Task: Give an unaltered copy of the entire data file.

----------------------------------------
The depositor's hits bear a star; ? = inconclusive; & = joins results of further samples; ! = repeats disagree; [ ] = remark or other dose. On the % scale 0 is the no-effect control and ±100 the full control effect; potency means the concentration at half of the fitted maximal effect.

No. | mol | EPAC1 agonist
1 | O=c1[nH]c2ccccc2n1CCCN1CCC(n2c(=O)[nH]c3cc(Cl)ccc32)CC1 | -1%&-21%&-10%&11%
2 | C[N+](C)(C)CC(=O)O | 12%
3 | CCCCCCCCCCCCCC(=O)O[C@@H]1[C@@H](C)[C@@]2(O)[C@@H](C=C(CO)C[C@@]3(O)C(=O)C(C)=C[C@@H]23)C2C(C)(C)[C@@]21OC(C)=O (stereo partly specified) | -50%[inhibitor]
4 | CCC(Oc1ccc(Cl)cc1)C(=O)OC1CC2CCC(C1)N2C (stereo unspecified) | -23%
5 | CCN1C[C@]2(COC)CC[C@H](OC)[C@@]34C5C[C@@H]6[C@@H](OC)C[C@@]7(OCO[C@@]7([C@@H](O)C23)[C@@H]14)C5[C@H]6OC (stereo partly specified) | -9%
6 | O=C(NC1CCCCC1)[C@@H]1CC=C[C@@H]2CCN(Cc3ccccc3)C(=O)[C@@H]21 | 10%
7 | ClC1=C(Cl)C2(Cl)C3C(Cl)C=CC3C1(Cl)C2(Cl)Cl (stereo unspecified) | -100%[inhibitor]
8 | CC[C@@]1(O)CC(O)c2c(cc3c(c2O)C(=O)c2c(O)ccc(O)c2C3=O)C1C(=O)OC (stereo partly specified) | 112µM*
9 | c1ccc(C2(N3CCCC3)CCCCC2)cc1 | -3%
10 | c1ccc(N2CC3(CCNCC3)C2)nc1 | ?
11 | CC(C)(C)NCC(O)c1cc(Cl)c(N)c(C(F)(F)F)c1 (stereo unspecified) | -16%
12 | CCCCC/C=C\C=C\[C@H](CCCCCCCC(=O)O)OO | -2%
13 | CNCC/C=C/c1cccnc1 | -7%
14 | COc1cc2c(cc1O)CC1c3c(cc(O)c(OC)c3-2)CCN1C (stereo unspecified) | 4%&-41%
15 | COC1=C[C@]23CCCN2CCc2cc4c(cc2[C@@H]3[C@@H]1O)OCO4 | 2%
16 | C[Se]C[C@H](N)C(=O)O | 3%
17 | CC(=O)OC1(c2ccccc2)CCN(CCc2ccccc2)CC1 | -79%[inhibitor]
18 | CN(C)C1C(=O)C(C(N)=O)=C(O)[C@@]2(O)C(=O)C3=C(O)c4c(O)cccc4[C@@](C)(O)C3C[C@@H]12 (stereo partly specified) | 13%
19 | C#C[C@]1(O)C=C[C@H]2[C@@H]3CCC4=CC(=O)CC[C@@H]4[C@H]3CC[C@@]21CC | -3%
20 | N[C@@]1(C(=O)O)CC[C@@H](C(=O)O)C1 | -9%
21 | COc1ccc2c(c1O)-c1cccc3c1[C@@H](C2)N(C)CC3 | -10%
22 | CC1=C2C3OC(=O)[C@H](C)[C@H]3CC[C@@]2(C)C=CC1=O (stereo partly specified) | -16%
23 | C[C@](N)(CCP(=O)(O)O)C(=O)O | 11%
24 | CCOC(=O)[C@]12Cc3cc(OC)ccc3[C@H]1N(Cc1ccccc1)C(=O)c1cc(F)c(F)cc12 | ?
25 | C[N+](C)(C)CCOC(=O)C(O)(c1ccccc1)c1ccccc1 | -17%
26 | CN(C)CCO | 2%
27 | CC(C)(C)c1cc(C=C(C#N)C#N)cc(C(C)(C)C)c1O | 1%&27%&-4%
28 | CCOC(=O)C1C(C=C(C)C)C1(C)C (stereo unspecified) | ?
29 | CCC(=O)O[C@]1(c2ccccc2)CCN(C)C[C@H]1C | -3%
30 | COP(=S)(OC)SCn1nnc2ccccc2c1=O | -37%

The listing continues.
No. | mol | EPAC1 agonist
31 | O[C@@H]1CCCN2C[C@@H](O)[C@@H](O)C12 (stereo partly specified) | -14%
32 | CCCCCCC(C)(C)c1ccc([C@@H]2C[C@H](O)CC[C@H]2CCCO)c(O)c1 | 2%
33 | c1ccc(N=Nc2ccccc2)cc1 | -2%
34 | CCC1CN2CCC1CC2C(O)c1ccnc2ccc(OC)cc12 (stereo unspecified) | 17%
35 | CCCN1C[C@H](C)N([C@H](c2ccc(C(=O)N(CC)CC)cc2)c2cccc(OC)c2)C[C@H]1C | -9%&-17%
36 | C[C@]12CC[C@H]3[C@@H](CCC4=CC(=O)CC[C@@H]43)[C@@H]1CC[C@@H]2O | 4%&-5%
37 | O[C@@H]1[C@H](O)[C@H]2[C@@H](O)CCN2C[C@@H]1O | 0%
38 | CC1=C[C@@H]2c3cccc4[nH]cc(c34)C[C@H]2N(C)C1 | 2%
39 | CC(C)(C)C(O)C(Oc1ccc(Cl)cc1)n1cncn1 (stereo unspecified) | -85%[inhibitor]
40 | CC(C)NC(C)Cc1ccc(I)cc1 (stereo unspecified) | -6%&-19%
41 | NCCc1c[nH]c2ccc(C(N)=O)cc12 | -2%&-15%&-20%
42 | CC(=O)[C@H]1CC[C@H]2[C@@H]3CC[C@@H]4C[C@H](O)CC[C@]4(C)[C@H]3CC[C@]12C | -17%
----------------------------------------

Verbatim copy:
The depositor's hits bear a star; ? = inconclusive; & = joins results of further samples; ! = repeats disagree; [ ] = remark or other dose. On the % scale 0 is the no-effect control and ±100 the full control effect; potency means the concentration at half of the fitted maximal effect.

No. | mol | EPAC1 agonist
1 | O=c1[nH]c2ccccc2n1CCCN1CCC(n2c(=O)[nH]c3cc(Cl)ccc32)CC1 | -1%&-21%&-10%&11%
2 | C[N+](C)(C)CC(=O)O | 12%
3 | CCCCCCCCCCCCCC(=O)O[C@@H]1[C@@H](C)[C@@]2(O)[C@@H](C=C(CO)C[C@@]3(O)C(=O)C(C)=C[C@@H]23)C2C(C)(C)[C@@]21OC(C)=O (stereo partly specified) | -50%[inhibitor]
4 | CCC(Oc1ccc(Cl)cc1)C(=O)OC1CC2CCC(C1)N2C (stereo unspecified) | -23%
5 | CCN1C[C@]2(COC)CC[C@H](OC)[C@@]34C5C[C@@H]6[C@@H](OC)C[C@@]7(OCO[C@@]7([C@@H](O)C23)[C@@H]14)C5[C@H]6OC (stereo partly specified) | -9%
6 | O=C(NC1CCCCC1)[C@@H]1CC=C[C@@H]2CCN(Cc3ccccc3)C(=O)[C@@H]21 | 10%
7 | ClC1=C(Cl)C2(Cl)C3C(Cl)C=CC3C1(Cl)C2(Cl)Cl (stereo unspecified) | -100%[inhibitor]
8 | CC[C@@]1(O)CC(O)c2c(cc3c(c2O)C(=O)c2c(O)ccc(O)c2C3=O)C1C(=O)OC (stereo partly specified) | 112µM*
9 | c1ccc(C2(N3CCCC3)CCCCC2)cc1 | -3%
10 | c1ccc(N2CC3(CCNCC3)C2)nc1 | ?
11 | CC(C)(C)NCC(O)c1cc(Cl)c(N)c(C(F)(F)F)c1 (stereo unspecified) | -16%
12 | CCCCC/C=C\C=C\[C@H](CCCCCCCC(=O)O)OO | -2%
13 | CNCC/C=C/c1cccnc1 | -7%
14 | COc1cc2c(cc1O)CC1c3c(cc(O)c(OC)c3-2)CCN1C (stereo unspecified) | 4%&-41%
15 | COC1=C[C@]23CCCN2CCc2cc4c(cc2[C@@H]3[C@@H]1O)OCO4 | 2%
16 | C[Se]C[C@H](N)C(=O)O | 3%
17 | CC(=O)OC1(c2ccccc2)CCN(CCc2ccccc2)CC1 | -79%[inhibitor]
18 | CN(C)C1C(=O)C(C(N)=O)=C(O)[C@@]2(O)C(=O)C3=C(O)c4c(O)cccc4[C@@](C)(O)C3C[C@@H]12 (stereo partly specified) | 13%
19 | C#C[C@]1(O)C=C[C@H]2[C@@H]3CCC4=CC(=O)CC[C@@H]4[C@H]3CC[C@@]21CC | -3%
20 | N[C@@]1(C(=O)O)CC[C@@H](C(=O)O)C1 | -9%
21 | COc1ccc2c(c1O)-c1cccc3c1[C@@H](C2)N(C)CC3 | -10%
22 | CC1=C2C3OC(=O)[C@H](C)[C@H]3CC[C@@]2(C)C=CC1=O (stereo partly specified) | -16%
23 | C[C@](N)(CCP(=O)(O)O)C(=O)O | 11%
24 | CCOC(=O)[C@]12Cc3cc(OC)ccc3[C@H]1N(Cc1ccccc1)C(=O)c1cc(F)c(F)cc12 | ?
25 | C[N+](C)(C)CCOC(=O)C(O)(c1ccccc1)c1ccccc1 | -17%
26 | CN(C)CCO | 2%
27 | CC(C)(C)c1cc(C=C(C#N)C#N)cc(C(C)(C)C)c1O | 1%&27%&-4%
28 | CCOC(=O)C1C(C=C(C)C)C1(C)C (stereo unspecified) | ?
29 | CCC(=O)O[C@]1(c2ccccc2)CCN(C)C[C@H]1C | -3%
30 | COP(=S)(OC)SCn1nnc2ccccc2c1=O | -37%

The listing continues.
No. | mol | EPAC1 agonist
31 | O[C@@H]1CCCN2C[C@@H](O)[C@@H](O)C12 (stereo partly specified) | -14%
32 | CCCCCCC(C)(C)c1ccc([C@@H]2C[C@H](O)CC[C@H]2CCCO)c(O)c1 | 2%
33 | c1ccc(N=Nc2ccccc2)cc1 | -2%
34 | CCC1CN2CCC1CC2C(O)c1ccnc2ccc(OC)cc12 (stereo unspecified) | 17%
35 | CCCN1C[C@H](C)N([C@H](c2ccc(C(=O)N(CC)CC)cc2)c2cccc(OC)c2)C[C@H]1C | -9%&-17%
36 | C[C@]12CC[C@H]3[C@@H](CCC4=CC(=O)CC[C@@H]43)[C@@H]1CC[C@@H]2O | 4%&-5%
37 | O[C@@H]1[C@H](O)[C@H]2[C@@H](O)CCN2C[C@@H]1O | 0%
38 | CC1=C[C@@H]2c3cccc4[nH]cc(c34)C[C@H]2N(C)C1 | 2%
39 | CC(C)(C)C(O)C(Oc1ccc(Cl)cc1)n1cncn1 (stereo unspecified) | -85%[inhibitor]
40 | CC(C)NC(C)Cc1ccc(I)cc1 (stereo unspecified) | -6%&-19%
41 | NCCc1c[nH]c2ccc(C(N)=O)cc12 | -2%&-15%&-20%
42 | CC(=O)[C@H]1CC[C@H]2[C@@H]3CC[C@@H]4C[C@H](O)CC[C@]4(C)[C@H]3CC[C@]12C | -17%